PS Audio's Perfect Wave

Several weeks before CES, I got an email from PS Audio, inviting me to a press conference that will be held during CES but not as part of the official CES itself. They promised to provide transportation from the Venetian to the Wynn, where PS Audio had a suite. I knew that PS Audio was very much into computer-based audio, an area that for the most part I’ve stayed away from, so I wasn’t all that interested in that part of their presentation; however, I’ve reviewed, and use in my system, PS Audio’s Power Plant Premier AC power regenerator, so I was intrigued by word that they would have information on the successor to the Power Plant Premier.

It turns out that they have two successors, both representing substantial reworking of the product while staying with the principle of “regenerating” rather than merely “conditioning” power. Alas, the “power plant” terminology—which I’ve always thought was quite apt—is gone: the two products are called PerfectWave P5 ($2999) and P10 ($4499). They differ mostly in terms of the amount of maximum current they can produce, the P5 putting out 1000VA and the P10 1200VA. The bigger unit also has more zones. Output impedance is lower than ever, and so is distortion.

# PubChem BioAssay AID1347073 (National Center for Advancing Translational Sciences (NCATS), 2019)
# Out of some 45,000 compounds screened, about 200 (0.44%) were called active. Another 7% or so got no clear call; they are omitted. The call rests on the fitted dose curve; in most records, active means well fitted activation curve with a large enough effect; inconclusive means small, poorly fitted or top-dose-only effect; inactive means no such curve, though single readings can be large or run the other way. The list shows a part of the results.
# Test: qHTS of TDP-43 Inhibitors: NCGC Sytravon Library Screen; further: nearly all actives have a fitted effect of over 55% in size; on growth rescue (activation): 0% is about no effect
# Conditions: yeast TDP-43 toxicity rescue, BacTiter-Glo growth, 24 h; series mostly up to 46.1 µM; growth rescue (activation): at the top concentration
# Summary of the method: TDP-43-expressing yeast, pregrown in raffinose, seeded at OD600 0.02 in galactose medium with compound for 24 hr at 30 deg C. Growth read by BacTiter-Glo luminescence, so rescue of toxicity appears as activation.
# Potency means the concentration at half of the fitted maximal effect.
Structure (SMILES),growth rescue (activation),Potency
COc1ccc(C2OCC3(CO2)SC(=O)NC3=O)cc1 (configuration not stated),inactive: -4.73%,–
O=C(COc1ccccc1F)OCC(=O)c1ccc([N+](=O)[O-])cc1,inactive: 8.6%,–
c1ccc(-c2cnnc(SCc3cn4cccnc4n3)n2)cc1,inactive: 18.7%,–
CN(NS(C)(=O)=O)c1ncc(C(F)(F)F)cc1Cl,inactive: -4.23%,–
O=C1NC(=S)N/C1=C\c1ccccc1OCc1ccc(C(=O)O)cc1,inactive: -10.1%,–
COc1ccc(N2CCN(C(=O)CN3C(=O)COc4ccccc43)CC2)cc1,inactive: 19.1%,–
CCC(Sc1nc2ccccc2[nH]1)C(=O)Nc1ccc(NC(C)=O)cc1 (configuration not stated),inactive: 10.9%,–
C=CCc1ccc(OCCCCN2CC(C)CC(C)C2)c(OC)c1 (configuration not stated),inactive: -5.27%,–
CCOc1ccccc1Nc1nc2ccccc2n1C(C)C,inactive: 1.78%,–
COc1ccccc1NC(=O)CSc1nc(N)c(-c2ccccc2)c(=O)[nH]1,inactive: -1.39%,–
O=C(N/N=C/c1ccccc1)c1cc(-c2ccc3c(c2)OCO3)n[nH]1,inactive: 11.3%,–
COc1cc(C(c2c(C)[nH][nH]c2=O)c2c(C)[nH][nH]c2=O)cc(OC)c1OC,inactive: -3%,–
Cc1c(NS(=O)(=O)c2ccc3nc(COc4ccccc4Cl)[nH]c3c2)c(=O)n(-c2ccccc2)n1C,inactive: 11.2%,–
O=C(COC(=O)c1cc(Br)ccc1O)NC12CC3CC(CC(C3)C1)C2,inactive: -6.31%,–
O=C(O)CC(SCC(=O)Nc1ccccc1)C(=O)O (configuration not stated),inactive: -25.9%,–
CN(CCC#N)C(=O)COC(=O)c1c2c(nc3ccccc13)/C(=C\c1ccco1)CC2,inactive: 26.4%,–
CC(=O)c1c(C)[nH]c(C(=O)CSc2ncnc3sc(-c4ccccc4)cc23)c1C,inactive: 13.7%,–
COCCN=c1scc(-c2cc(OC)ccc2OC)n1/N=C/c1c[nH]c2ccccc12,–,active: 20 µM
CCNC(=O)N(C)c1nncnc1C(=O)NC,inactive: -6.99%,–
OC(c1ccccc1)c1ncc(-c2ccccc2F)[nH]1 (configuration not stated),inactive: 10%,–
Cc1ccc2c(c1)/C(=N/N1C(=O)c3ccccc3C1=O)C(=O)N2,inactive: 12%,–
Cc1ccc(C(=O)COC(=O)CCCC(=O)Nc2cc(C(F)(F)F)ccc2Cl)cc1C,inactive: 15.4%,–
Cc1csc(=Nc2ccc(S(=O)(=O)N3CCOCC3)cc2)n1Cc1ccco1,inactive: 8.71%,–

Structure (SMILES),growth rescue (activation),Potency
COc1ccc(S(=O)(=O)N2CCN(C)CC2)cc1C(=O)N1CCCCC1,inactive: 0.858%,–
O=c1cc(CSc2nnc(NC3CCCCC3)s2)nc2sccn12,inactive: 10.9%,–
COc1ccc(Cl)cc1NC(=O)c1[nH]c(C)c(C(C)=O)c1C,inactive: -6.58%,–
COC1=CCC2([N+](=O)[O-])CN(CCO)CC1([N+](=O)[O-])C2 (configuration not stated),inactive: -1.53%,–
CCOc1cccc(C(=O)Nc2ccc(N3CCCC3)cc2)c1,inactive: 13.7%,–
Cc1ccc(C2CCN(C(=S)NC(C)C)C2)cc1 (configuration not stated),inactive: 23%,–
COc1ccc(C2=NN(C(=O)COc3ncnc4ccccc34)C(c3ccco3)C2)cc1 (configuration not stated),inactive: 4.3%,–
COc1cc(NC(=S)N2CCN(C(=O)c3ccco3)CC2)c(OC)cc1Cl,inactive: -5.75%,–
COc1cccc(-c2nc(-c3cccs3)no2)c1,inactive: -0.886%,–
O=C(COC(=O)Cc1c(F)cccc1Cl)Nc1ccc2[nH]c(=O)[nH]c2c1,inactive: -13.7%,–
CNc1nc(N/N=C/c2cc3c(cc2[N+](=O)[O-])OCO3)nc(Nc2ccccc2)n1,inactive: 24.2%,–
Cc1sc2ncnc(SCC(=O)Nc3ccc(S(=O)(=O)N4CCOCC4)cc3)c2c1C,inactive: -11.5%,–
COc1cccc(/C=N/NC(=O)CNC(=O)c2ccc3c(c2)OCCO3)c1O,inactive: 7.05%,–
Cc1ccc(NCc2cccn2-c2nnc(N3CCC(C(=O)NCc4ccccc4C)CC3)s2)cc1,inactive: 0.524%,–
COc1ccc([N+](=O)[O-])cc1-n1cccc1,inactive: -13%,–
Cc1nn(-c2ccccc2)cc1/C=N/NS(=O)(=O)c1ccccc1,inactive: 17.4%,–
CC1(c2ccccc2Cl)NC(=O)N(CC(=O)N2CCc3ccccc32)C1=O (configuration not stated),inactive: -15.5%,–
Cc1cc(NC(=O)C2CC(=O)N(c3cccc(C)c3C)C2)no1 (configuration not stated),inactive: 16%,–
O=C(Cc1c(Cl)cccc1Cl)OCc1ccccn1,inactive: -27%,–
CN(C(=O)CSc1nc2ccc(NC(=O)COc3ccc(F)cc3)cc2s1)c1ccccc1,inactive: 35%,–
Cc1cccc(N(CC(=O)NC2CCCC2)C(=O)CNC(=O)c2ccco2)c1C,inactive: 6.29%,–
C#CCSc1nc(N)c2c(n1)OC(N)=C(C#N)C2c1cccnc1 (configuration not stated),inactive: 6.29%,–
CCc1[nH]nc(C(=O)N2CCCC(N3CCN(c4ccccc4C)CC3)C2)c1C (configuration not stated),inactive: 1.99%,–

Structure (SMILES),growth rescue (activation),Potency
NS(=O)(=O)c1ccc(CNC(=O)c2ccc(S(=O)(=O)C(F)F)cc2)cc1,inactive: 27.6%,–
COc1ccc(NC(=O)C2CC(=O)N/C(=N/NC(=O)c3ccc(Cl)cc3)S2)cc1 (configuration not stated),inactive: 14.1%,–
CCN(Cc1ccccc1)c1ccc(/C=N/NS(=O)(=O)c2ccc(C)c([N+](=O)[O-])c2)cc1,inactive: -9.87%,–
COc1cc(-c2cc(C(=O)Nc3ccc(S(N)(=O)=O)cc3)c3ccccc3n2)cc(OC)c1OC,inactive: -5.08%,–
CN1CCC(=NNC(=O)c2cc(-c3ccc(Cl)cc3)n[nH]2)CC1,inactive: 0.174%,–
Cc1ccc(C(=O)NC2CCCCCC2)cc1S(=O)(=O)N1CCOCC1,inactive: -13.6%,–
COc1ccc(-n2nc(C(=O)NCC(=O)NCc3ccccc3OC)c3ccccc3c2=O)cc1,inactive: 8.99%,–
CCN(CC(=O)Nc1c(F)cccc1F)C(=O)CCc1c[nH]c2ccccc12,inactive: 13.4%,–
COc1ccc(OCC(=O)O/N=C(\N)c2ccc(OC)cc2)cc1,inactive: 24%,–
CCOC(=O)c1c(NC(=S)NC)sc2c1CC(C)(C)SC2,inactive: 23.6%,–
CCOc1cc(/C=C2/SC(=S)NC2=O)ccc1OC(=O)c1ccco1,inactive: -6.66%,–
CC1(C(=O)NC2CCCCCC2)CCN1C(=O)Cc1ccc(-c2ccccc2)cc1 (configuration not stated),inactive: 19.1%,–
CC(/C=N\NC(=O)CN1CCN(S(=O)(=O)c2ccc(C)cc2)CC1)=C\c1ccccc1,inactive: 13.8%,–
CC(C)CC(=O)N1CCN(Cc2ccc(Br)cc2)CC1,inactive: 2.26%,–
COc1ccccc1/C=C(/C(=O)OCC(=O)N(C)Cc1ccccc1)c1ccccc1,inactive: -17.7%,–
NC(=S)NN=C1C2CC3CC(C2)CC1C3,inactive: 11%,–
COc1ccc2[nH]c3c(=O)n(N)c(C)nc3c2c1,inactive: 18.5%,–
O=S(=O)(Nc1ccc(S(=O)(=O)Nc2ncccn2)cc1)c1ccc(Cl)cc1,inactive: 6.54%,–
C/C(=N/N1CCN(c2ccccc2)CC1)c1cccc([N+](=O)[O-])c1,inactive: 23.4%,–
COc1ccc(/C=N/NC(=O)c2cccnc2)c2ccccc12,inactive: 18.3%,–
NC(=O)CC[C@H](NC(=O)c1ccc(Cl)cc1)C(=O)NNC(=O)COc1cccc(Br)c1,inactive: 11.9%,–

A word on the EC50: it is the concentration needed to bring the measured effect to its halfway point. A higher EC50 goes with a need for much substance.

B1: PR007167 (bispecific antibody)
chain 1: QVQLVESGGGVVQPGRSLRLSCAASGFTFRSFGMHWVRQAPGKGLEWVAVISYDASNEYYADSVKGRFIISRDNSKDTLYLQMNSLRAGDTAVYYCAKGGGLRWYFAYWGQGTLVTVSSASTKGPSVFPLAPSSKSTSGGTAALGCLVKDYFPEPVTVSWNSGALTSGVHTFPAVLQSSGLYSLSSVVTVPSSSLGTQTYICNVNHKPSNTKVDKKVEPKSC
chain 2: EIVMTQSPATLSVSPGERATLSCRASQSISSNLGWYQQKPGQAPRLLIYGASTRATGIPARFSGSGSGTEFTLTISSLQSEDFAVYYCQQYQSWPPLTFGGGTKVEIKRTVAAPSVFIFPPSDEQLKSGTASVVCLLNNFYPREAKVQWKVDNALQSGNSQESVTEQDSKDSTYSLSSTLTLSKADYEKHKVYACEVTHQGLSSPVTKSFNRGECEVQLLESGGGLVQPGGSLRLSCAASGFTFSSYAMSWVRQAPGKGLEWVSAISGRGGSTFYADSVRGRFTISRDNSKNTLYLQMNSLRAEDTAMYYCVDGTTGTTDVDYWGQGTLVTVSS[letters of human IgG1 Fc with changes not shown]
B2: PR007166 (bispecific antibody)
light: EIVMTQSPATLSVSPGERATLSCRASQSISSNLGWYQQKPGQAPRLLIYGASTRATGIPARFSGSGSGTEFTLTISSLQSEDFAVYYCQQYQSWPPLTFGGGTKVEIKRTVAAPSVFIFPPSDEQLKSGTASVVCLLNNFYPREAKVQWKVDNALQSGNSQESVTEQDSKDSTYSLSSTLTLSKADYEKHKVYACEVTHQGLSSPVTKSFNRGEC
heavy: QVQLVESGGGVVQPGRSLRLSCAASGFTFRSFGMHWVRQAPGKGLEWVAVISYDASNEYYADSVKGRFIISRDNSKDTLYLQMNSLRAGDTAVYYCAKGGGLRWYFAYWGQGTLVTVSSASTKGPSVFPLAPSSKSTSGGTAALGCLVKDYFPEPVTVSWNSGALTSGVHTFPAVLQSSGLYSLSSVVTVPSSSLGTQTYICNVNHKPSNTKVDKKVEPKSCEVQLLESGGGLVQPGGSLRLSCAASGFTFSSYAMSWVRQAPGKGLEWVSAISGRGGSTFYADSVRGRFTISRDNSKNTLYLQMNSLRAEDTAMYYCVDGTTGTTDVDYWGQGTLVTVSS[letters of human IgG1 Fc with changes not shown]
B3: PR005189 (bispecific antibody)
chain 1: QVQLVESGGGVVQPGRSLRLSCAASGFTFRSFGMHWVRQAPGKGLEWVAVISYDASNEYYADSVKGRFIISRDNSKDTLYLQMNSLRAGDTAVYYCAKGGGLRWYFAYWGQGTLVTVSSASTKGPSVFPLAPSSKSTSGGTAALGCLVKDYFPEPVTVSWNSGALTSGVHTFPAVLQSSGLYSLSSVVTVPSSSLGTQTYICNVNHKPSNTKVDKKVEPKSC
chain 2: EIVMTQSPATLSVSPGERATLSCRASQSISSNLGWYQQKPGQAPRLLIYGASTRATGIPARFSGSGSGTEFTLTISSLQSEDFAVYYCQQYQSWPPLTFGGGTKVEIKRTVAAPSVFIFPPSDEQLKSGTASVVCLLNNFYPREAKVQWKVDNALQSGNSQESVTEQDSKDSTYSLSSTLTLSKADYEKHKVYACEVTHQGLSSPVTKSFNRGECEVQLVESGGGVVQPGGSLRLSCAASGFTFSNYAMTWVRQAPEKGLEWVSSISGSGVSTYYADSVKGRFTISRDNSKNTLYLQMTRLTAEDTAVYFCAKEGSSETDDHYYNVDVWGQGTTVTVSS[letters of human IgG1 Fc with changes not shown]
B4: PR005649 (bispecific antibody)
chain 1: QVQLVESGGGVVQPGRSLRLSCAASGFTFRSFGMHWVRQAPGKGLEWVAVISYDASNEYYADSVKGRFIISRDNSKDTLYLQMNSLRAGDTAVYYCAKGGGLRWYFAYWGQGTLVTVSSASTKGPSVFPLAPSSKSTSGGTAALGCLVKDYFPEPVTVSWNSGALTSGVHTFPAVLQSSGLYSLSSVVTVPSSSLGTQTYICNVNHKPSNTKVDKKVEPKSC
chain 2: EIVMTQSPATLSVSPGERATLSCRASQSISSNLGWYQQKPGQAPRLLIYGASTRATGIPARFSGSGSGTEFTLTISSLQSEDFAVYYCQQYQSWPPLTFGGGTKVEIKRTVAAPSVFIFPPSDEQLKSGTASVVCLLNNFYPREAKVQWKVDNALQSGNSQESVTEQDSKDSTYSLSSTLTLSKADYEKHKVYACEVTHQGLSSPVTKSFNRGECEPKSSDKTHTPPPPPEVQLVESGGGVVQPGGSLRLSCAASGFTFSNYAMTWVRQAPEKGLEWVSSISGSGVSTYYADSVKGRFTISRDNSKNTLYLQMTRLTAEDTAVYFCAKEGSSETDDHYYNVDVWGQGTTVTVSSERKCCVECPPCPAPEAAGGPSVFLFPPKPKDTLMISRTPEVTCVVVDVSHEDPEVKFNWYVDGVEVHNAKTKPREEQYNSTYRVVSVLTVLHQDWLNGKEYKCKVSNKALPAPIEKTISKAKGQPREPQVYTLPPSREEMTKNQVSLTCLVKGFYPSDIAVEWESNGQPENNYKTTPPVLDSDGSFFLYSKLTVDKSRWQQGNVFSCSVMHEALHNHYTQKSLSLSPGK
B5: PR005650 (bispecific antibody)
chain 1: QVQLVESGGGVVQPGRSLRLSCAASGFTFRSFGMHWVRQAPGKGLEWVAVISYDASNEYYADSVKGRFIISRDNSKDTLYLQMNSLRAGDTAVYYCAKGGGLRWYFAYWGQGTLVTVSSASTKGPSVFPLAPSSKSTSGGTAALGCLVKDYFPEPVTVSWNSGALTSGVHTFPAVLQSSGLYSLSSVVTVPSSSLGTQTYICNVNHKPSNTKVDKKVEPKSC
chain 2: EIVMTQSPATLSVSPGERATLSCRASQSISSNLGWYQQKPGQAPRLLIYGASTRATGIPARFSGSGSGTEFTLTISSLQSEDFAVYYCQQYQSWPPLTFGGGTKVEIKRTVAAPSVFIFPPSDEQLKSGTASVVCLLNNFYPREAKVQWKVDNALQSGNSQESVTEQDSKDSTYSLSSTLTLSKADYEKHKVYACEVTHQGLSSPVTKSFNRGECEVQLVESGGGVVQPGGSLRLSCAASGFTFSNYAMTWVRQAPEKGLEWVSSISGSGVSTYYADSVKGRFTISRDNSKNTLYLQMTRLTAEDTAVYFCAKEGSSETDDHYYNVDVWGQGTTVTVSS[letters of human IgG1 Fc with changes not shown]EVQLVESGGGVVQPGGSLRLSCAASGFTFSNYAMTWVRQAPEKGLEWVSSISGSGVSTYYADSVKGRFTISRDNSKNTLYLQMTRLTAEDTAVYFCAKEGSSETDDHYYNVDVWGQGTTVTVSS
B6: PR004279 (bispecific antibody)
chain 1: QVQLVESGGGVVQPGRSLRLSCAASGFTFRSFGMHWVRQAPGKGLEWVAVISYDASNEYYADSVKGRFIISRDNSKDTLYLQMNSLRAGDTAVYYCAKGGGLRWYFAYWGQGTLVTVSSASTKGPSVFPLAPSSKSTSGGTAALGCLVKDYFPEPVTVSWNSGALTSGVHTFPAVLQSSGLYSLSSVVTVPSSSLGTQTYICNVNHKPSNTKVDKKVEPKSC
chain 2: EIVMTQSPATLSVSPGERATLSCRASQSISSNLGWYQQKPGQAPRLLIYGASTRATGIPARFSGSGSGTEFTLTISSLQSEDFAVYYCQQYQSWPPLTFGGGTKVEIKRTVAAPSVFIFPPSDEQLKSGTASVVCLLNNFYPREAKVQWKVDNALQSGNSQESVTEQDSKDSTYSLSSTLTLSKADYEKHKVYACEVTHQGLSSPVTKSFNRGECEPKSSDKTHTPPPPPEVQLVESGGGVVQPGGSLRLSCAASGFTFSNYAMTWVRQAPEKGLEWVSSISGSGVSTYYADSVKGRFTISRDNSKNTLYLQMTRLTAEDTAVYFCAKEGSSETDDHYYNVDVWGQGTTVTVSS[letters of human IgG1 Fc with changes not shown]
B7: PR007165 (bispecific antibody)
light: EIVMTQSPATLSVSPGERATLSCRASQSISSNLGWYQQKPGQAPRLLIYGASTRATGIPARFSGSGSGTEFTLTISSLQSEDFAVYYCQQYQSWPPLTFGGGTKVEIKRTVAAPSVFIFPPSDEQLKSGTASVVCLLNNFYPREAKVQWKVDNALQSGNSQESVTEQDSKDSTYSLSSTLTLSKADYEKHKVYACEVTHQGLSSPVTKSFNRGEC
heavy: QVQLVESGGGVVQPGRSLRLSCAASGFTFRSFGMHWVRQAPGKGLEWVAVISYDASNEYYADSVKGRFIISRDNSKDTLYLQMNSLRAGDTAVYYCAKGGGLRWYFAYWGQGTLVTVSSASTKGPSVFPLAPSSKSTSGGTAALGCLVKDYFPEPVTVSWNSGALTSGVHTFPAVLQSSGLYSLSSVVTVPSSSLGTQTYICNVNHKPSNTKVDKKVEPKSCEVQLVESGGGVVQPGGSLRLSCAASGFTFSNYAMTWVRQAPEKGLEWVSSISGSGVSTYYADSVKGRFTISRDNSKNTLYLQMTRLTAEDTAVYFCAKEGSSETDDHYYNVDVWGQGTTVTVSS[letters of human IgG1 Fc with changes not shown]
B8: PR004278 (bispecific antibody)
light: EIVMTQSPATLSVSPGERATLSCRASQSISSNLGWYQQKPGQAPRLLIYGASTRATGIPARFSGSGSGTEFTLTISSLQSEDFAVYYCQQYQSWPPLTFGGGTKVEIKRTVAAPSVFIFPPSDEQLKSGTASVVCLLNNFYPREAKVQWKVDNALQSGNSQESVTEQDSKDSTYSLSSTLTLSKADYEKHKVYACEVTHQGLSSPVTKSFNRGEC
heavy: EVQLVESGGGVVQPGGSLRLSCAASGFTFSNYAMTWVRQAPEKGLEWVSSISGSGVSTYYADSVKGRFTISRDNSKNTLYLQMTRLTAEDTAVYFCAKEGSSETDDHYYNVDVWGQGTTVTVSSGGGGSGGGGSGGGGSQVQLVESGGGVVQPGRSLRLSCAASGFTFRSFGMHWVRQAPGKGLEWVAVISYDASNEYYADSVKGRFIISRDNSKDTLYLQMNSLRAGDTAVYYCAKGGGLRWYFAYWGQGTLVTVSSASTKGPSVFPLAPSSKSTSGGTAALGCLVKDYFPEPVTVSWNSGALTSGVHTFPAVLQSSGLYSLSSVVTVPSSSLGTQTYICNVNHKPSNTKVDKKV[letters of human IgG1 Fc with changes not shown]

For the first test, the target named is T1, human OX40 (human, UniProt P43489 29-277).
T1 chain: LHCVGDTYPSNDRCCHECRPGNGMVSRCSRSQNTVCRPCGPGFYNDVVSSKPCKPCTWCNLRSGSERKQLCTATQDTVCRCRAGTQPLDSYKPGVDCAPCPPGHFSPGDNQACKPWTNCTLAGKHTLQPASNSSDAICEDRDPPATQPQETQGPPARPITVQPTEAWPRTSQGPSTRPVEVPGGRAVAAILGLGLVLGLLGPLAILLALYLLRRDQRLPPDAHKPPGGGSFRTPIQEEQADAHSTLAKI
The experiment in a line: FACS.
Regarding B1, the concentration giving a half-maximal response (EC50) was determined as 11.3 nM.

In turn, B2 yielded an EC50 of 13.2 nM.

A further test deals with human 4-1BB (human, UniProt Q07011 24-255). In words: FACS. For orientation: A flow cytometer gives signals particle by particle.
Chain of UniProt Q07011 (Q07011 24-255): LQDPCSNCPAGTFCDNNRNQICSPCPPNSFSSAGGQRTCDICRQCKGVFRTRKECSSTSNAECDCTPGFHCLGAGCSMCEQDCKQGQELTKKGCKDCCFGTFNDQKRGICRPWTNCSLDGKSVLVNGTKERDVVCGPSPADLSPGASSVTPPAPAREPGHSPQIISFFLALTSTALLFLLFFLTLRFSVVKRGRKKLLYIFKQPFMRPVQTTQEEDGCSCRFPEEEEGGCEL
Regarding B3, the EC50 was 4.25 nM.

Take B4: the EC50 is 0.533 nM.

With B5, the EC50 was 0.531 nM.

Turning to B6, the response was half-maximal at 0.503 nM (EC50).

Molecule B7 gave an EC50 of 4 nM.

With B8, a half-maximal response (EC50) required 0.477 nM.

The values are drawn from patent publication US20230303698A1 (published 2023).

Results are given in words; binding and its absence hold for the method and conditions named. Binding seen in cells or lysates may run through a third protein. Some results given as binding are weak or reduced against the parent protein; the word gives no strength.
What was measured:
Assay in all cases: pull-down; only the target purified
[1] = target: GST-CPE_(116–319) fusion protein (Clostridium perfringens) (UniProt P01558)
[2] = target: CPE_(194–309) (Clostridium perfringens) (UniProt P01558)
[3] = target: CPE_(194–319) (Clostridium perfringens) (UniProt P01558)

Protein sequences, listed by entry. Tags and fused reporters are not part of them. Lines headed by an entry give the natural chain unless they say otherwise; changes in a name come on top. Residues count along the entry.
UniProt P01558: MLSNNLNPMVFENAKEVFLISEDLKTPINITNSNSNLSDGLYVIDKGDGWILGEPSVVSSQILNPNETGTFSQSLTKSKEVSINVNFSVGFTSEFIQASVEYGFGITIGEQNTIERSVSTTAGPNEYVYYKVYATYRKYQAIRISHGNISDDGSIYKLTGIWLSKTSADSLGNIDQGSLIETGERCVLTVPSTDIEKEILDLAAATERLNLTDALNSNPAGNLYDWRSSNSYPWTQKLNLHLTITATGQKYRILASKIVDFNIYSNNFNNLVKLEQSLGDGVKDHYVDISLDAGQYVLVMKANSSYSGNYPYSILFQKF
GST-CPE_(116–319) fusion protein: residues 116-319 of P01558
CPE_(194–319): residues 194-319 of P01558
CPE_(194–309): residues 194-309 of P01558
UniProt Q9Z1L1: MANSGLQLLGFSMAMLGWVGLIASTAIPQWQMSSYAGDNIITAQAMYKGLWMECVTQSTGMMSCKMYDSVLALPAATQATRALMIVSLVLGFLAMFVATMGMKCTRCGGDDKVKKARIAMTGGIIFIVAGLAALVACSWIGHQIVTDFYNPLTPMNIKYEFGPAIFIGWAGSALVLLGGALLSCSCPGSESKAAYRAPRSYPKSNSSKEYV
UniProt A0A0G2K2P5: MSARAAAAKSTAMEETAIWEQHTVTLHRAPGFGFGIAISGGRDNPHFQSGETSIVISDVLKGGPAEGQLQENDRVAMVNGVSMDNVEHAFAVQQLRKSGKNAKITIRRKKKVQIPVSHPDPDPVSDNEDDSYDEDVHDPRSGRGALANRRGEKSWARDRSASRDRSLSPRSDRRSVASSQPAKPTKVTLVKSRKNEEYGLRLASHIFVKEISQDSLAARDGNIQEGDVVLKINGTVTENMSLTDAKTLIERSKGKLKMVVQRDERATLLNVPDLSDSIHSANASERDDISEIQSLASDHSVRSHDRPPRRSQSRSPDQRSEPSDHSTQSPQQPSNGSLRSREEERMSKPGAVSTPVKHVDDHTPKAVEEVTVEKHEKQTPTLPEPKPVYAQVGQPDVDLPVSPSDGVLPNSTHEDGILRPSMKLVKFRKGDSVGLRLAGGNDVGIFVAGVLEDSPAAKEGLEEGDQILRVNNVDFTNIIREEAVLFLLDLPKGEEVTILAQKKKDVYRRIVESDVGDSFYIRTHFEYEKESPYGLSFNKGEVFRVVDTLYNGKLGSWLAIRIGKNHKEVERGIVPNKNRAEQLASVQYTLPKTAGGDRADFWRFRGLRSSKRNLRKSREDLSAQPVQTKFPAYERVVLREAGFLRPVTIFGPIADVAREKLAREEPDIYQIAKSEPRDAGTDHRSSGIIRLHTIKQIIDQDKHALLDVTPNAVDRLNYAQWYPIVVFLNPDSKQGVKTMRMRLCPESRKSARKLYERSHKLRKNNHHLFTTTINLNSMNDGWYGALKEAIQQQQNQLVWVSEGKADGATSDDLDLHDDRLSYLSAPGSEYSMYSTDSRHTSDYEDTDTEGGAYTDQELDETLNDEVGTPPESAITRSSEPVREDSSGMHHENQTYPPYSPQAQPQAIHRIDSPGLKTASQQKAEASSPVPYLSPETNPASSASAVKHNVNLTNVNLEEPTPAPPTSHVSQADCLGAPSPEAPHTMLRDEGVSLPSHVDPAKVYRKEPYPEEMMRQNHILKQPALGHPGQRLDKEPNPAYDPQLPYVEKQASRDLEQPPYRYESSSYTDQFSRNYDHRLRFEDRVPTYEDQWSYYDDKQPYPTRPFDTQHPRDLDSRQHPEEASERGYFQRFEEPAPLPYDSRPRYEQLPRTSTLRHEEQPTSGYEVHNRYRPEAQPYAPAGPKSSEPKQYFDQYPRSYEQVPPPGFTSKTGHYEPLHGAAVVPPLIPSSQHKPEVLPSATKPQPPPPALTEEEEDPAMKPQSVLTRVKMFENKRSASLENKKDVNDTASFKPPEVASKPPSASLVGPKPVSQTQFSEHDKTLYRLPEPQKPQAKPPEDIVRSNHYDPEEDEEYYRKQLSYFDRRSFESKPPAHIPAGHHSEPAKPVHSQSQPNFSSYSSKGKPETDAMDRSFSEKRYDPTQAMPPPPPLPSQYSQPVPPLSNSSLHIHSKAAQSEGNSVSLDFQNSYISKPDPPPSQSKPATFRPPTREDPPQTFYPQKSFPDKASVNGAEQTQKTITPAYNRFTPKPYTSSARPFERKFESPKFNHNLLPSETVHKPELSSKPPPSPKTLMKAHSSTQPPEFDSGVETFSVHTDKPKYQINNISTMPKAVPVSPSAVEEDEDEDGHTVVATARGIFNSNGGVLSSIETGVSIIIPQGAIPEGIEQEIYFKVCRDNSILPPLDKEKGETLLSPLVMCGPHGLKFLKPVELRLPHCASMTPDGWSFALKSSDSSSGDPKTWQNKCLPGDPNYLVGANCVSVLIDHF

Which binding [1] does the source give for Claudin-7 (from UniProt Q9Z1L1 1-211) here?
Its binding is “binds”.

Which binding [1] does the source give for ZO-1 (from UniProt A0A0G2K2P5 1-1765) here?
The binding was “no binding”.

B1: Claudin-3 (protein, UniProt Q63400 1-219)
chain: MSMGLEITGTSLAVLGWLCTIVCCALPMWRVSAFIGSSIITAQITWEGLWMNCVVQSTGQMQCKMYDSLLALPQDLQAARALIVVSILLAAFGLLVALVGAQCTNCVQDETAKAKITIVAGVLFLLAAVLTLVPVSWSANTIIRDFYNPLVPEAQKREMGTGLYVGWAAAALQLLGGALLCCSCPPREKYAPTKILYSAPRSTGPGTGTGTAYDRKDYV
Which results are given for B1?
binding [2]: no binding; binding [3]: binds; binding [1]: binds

Extensive computer control is present, and the touch interface includes an oscilloscope, so you can do a visual comparison of the incoming and outgoing AC waveforms. The “green” features include the ability to program the on/off times, so that power is not being wasted by the Power Plant—sorry, PerfectWave 5 or 10—when it’s not needed. Also notable is the fact that, bucking an industry trend, the production of all PS Audio products (except for a few cables) has been brought back from China to Boulder, CO.

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